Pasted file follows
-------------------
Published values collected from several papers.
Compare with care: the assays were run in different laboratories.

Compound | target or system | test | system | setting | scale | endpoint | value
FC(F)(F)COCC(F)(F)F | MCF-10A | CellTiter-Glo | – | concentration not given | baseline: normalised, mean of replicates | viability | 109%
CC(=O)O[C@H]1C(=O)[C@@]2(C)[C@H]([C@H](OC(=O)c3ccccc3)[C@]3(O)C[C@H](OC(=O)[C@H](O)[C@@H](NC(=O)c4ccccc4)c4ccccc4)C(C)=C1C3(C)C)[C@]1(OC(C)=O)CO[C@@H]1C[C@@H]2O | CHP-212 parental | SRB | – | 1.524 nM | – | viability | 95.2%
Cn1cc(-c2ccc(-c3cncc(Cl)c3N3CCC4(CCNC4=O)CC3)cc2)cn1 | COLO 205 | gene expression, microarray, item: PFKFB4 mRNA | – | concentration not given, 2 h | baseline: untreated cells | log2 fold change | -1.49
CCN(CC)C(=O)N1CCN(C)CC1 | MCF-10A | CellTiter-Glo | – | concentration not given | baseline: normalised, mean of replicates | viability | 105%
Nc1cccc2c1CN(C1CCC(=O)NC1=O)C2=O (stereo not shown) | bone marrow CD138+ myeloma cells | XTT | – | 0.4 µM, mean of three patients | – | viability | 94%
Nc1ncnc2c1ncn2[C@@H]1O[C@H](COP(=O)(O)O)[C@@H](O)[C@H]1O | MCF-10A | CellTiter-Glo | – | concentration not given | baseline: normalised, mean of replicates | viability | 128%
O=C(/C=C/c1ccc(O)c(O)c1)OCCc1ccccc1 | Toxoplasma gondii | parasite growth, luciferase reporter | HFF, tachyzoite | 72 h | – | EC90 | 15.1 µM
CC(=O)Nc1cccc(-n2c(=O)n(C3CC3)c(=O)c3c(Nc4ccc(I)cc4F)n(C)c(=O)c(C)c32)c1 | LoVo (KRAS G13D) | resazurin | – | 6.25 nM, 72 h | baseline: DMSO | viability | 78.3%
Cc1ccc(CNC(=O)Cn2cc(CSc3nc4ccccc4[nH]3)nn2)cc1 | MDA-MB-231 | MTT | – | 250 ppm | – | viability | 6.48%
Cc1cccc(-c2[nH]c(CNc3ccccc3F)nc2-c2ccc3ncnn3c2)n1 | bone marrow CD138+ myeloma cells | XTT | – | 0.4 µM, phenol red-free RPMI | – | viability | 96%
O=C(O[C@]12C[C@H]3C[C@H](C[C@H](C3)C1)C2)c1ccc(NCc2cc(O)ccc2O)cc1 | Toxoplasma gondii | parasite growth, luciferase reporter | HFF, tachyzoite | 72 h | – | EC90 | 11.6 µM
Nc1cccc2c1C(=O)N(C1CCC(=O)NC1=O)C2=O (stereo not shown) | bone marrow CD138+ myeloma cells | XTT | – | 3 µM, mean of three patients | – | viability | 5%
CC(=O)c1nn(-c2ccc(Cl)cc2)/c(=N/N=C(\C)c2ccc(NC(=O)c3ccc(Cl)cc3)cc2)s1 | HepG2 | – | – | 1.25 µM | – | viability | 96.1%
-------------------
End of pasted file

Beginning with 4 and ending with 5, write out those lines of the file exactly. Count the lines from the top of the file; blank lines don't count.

FC(F)(F)COCC(F)(F)F | MCF-10A | CellTiter-Glo | – | concentration not given | baseline: normalised, mean of replicates | viability | 109%
CC(=O)O[C@H]1C(=O)[C@@]2(C)[C@H]([C@H](OC(=O)c3ccccc3)[C@]3(O)C[C@H](OC(=O)[C@H](O)[C@@H](NC(=O)c4ccccc4)c4ccccc4)C(C)=C1C3(C)C)[C@]1(OC(C)=O)CO[C@@H]1C[C@@H]2O | CHP-212 parental | SRB | – | 1.524 nM | – | viability | 95.2%